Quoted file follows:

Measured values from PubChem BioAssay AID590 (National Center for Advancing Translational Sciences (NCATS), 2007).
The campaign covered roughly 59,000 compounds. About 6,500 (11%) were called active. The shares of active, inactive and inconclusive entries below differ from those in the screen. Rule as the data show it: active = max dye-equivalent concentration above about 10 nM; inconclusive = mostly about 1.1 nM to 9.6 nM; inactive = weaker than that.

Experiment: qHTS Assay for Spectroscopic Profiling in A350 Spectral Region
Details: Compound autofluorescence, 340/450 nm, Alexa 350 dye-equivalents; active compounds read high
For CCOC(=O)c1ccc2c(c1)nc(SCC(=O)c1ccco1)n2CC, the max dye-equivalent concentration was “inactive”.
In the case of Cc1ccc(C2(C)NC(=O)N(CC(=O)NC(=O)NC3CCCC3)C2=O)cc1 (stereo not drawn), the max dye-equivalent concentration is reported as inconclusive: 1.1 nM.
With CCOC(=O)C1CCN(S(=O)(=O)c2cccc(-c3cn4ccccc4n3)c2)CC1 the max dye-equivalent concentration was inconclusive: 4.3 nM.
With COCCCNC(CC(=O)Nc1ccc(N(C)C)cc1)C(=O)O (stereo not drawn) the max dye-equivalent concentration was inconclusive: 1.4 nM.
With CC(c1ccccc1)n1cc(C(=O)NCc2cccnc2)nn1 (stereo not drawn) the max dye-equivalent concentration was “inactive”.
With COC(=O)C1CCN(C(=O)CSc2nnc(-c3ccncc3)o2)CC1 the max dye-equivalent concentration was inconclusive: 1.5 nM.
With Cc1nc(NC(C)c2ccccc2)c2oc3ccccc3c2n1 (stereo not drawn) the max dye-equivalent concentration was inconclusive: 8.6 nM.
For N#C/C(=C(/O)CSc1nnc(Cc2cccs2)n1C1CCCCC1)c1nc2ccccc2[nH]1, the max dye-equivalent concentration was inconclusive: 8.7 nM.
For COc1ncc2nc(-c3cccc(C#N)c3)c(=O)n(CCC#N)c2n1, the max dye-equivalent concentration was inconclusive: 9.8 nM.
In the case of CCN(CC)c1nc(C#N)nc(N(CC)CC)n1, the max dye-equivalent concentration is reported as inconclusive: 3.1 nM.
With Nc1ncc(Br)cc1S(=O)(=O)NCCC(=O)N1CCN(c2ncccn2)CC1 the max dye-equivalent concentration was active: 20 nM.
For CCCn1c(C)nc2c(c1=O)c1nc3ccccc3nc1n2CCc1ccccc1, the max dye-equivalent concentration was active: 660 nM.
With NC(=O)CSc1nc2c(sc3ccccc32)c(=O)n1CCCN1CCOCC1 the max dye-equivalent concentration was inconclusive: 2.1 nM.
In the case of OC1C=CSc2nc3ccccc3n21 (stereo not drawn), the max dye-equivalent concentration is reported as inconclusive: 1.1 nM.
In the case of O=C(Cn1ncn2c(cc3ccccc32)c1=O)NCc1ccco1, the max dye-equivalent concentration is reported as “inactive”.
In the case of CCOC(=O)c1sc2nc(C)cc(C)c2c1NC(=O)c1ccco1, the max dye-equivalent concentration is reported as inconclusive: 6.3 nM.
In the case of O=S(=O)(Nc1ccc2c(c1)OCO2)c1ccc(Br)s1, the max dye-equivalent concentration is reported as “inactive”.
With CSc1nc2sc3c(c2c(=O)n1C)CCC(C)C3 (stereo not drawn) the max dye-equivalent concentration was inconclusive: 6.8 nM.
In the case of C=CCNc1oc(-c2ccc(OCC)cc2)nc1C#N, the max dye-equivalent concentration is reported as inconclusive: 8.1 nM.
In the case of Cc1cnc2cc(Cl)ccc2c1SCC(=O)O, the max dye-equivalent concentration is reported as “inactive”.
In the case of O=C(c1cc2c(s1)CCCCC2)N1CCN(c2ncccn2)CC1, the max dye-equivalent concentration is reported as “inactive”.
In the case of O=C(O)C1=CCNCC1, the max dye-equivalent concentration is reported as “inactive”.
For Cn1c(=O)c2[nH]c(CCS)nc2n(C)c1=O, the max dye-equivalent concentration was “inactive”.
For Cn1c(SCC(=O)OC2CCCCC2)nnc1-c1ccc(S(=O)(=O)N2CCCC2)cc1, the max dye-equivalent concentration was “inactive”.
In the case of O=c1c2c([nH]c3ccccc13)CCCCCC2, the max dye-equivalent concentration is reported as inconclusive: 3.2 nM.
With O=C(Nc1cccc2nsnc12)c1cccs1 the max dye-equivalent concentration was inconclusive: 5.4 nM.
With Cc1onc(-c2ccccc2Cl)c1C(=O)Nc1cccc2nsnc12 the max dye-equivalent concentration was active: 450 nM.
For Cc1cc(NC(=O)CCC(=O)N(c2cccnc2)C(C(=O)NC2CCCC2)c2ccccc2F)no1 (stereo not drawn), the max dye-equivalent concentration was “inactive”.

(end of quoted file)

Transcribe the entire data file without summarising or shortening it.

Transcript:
Measured values from PubChem BioAssay AID590 (National Center for Advancing Translational Sciences (NCATS), 2007).
The campaign covered roughly 59,000 compounds. About 6,500 (11%) were called active. The shares of active, inactive and inconclusive entries below differ from those in the screen. Rule as the data show it: active = max dye-equivalent concentration above about 10 nM; inconclusive = mostly about 1.1 nM to 9.6 nM; inactive = weaker than that.

Experiment: qHTS Assay for Spectroscopic Profiling in A350 Spectral Region
Details: Compound autofluorescence, 340/450 nm, Alexa 350 dye-equivalents; active compounds read high
For CCOC(=O)c1ccc2c(c1)nc(SCC(=O)c1ccco1)n2CC, the max dye-equivalent concentration was “inactive”.
In the case of Cc1ccc(C2(C)NC(=O)N(CC(=O)NC(=O)NC3CCCC3)C2=O)cc1 (stereo not drawn), the max dye-equivalent concentration is reported as inconclusive: 1.1 nM.
With CCOC(=O)C1CCN(S(=O)(=O)c2cccc(-c3cn4ccccc4n3)c2)CC1 the max dye-equivalent concentration was inconclusive: 4.3 nM.
With COCCCNC(CC(=O)Nc1ccc(N(C)C)cc1)C(=O)O (stereo not drawn) the max dye-equivalent concentration was inconclusive: 1.4 nM.
With CC(c1ccccc1)n1cc(C(=O)NCc2cccnc2)nn1 (stereo not drawn) the max dye-equivalent concentration was “inactive”.
With COC(=O)C1CCN(C(=O)CSc2nnc(-c3ccncc3)o2)CC1 the max dye-equivalent concentration was inconclusive: 1.5 nM.
With Cc1nc(NC(C)c2ccccc2)c2oc3ccccc3c2n1 (stereo not drawn) the max dye-equivalent concentration was inconclusive: 8.6 nM.
For N#C/C(=C(/O)CSc1nnc(Cc2cccs2)n1C1CCCCC1)c1nc2ccccc2[nH]1, the max dye-equivalent concentration was inconclusive: 8.7 nM.
For COc1ncc2nc(-c3cccc(C#N)c3)c(=O)n(CCC#N)c2n1, the max dye-equivalent concentration was inconclusive: 9.8 nM.
In the case of CCN(CC)c1nc(C#N)nc(N(CC)CC)n1, the max dye-equivalent concentration is reported as inconclusive: 3.1 nM.
With Nc1ncc(Br)cc1S(=O)(=O)NCCC(=O)N1CCN(c2ncccn2)CC1 the max dye-equivalent concentration was active: 20 nM.
For CCCn1c(C)nc2c(c1=O)c1nc3ccccc3nc1n2CCc1ccccc1, the max dye-equivalent concentration was active: 660 nM.
With NC(=O)CSc1nc2c(sc3ccccc32)c(=O)n1CCCN1CCOCC1 the max dye-equivalent concentration was inconclusive: 2.1 nM.
In the case of OC1C=CSc2nc3ccccc3n21 (stereo not drawn), the max dye-equivalent concentration is reported as inconclusive: 1.1 nM.
In the case of O=C(Cn1ncn2c(cc3ccccc32)c1=O)NCc1ccco1, the max dye-equivalent concentration is reported as “inactive”.
In the case of CCOC(=O)c1sc2nc(C)cc(C)c2c1NC(=O)c1ccco1, the max dye-equivalent concentration is reported as inconclusive: 6.3 nM.
In the case of O=S(=O)(Nc1ccc2c(c1)OCO2)c1ccc(Br)s1, the max dye-equivalent concentration is reported as “inactive”.
With CSc1nc2sc3c(c2c(=O)n1C)CCC(C)C3 (stereo not drawn) the max dye-equivalent concentration was inconclusive: 6.8 nM.
In the case of C=CCNc1oc(-c2ccc(OCC)cc2)nc1C#N, the max dye-equivalent concentration is reported as inconclusive: 8.1 nM.
In the case of Cc1cnc2cc(Cl)ccc2c1SCC(=O)O, the max dye-equivalent concentration is reported as “inactive”.
In the case of O=C(c1cc2c(s1)CCCCC2)N1CCN(c2ncccn2)CC1, the max dye-equivalent concentration is reported as “inactive”.
In the case of O=C(O)C1=CCNCC1, the max dye-equivalent concentration is reported as “inactive”.
For Cn1c(=O)c2[nH]c(CCS)nc2n(C)c1=O, the max dye-equivalent concentration was “inactive”.
For Cn1c(SCC(=O)OC2CCCCC2)nnc1-c1ccc(S(=O)(=O)N2CCCC2)cc1, the max dye-equivalent concentration was “inactive”.
In the case of O=c1c2c([nH]c3ccccc13)CCCCCC2, the max dye-equivalent concentration is reported as inconclusive: 3.2 nM.
With O=C(Nc1cccc2nsnc12)c1cccs1 the max dye-equivalent concentration was inconclusive: 5.4 nM.
With Cc1onc(-c2ccccc2Cl)c1C(=O)Nc1cccc2nsnc12 the max dye-equivalent concentration was active: 450 nM.
For Cc1cc(NC(=O)CCC(=O)N(c2cccnc2)C(C(=O)NC2CCCC2)c2ccccc2F)no1 (stereo not drawn), the max dye-equivalent concentration was “inactive”.